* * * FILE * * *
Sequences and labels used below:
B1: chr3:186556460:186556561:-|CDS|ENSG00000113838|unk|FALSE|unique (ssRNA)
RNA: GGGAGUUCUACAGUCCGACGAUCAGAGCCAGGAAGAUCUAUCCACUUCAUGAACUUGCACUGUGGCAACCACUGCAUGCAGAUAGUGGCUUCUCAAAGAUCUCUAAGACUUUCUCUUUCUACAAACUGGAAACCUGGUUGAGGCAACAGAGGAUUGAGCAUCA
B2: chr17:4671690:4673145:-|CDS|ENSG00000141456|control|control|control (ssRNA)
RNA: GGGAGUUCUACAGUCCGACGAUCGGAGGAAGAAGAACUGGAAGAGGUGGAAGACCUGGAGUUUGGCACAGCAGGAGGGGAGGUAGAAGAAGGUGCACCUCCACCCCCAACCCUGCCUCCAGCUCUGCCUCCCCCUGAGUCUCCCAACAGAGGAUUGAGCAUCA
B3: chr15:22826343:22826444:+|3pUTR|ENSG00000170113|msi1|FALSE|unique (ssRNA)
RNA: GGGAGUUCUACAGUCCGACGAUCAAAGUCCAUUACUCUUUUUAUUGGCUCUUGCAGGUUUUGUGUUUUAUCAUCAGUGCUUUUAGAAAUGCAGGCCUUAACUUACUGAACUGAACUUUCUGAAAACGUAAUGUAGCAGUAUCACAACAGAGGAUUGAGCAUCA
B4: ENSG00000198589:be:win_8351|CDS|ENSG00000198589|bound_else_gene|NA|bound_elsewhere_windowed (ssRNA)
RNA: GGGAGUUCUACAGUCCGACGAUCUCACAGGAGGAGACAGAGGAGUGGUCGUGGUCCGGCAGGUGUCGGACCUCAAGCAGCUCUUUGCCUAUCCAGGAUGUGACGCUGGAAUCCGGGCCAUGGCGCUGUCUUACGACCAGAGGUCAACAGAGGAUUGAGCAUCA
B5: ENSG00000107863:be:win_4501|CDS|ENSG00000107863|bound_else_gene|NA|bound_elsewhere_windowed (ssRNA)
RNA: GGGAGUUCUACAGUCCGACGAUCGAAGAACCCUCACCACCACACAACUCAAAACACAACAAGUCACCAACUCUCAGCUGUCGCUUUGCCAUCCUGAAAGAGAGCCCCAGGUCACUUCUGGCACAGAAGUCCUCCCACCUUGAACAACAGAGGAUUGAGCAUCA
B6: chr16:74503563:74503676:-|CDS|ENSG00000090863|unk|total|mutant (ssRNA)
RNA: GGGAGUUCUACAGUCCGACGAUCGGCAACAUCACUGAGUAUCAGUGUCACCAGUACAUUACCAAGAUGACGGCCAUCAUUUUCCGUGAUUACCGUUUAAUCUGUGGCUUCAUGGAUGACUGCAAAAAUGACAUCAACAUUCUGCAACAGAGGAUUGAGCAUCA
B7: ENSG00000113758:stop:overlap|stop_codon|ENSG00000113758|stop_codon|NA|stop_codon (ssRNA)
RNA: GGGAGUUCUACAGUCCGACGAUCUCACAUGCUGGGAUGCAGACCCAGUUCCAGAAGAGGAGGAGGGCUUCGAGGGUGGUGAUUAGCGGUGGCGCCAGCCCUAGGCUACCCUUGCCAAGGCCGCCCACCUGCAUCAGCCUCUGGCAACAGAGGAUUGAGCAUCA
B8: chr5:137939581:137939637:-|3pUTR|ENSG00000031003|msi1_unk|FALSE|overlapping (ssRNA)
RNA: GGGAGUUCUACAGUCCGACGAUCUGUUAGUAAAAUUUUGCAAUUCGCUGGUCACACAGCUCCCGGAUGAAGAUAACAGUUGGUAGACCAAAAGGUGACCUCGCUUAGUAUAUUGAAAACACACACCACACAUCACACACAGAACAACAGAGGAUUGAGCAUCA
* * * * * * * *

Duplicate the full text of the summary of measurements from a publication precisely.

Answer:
Sequences and labels used below:
B1: chr3:186556460:186556561:-|CDS|ENSG00000113838|unk|FALSE|unique (ssRNA)
RNA: GGGAGUUCUACAGUCCGACGAUCAGAGCCAGGAAGAUCUAUCCACUUCAUGAACUUGCACUGUGGCAACCACUGCAUGCAGAUAGUGGCUUCUCAAAGAUCUCUAAGACUUUCUCUUUCUACAAACUGGAAACCUGGUUGAGGCAACAGAGGAUUGAGCAUCA
B2: chr17:4671690:4673145:-|CDS|ENSG00000141456|control|control|control (ssRNA)
RNA: GGGAGUUCUACAGUCCGACGAUCGGAGGAAGAAGAACUGGAAGAGGUGGAAGACCUGGAGUUUGGCACAGCAGGAGGGGAGGUAGAAGAAGGUGCACCUCCACCCCCAACCCUGCCUCCAGCUCUGCCUCCCCCUGAGUCUCCCAACAGAGGAUUGAGCAUCA
B3: chr15:22826343:22826444:+|3pUTR|ENSG00000170113|msi1|FALSE|unique (ssRNA)
RNA: GGGAGUUCUACAGUCCGACGAUCAAAGUCCAUUACUCUUUUUAUUGGCUCUUGCAGGUUUUGUGUUUUAUCAUCAGUGCUUUUAGAAAUGCAGGCCUUAACUUACUGAACUGAACUUUCUGAAAACGUAAUGUAGCAGUAUCACAACAGAGGAUUGAGCAUCA
B4: ENSG00000198589:be:win_8351|CDS|ENSG00000198589|bound_else_gene|NA|bound_elsewhere_windowed (ssRNA)
RNA: GGGAGUUCUACAGUCCGACGAUCUCACAGGAGGAGACAGAGGAGUGGUCGUGGUCCGGCAGGUGUCGGACCUCAAGCAGCUCUUUGCCUAUCCAGGAUGUGACGCUGGAAUCCGGGCCAUGGCGCUGUCUUACGACCAGAGGUCAACAGAGGAUUGAGCAUCA
B5: ENSG00000107863:be:win_4501|CDS|ENSG00000107863|bound_else_gene|NA|bound_elsewhere_windowed (ssRNA)
RNA: GGGAGUUCUACAGUCCGACGAUCGAAGAACCCUCACCACCACACAACUCAAAACACAACAAGUCACCAACUCUCAGCUGUCGCUUUGCCAUCCUGAAAGAGAGCCCCAGGUCACUUCUGGCACAGAAGUCCUCCCACCUUGAACAACAGAGGAUUGAGCAUCA
B6: chr16:74503563:74503676:-|CDS|ENSG00000090863|unk|total|mutant (ssRNA)
RNA: GGGAGUUCUACAGUCCGACGAUCGGCAACAUCACUGAGUAUCAGUGUCACCAGUACAUUACCAAGAUGACGGCCAUCAUUUUCCGUGAUUACCGUUUAAUCUGUGGCUUCAUGGAUGACUGCAAAAAUGACAUCAACAUUCUGCAACAGAGGAUUGAGCAUCA
B7: ENSG00000113758:stop:overlap|stop_codon|ENSG00000113758|stop_codon|NA|stop_codon (ssRNA)
RNA: GGGAGUUCUACAGUCCGACGAUCUCACAUGCUGGGAUGCAGACCCAGUUCCAGAAGAGGAGGAGGGCUUCGAGGGUGGUGAUUAGCGGUGGCGCCAGCCCUAGGCUACCCUUGCCAAGGCCGCCCACCUGCAUCAGCCUCUGGCAACAGAGGAUUGAGCAUCA
B8: chr5:137939581:137939637:-|3pUTR|ENSG00000031003|msi1_unk|FALSE|overlapping (ssRNA)
RNA: GGGAGUUCUACAGUCCGACGAUCUGUUAGUAAAAUUUUGCAAUUCGCUGGUCACACAGCUCCCGGAUGAAGAUAACAGUUGGUAGACCAAAAGGUGACCUCGCUUAGUAUAUUGAAAACACACACCACACAUCACACACAGAACAACAGAGGAUUGAGCAUCA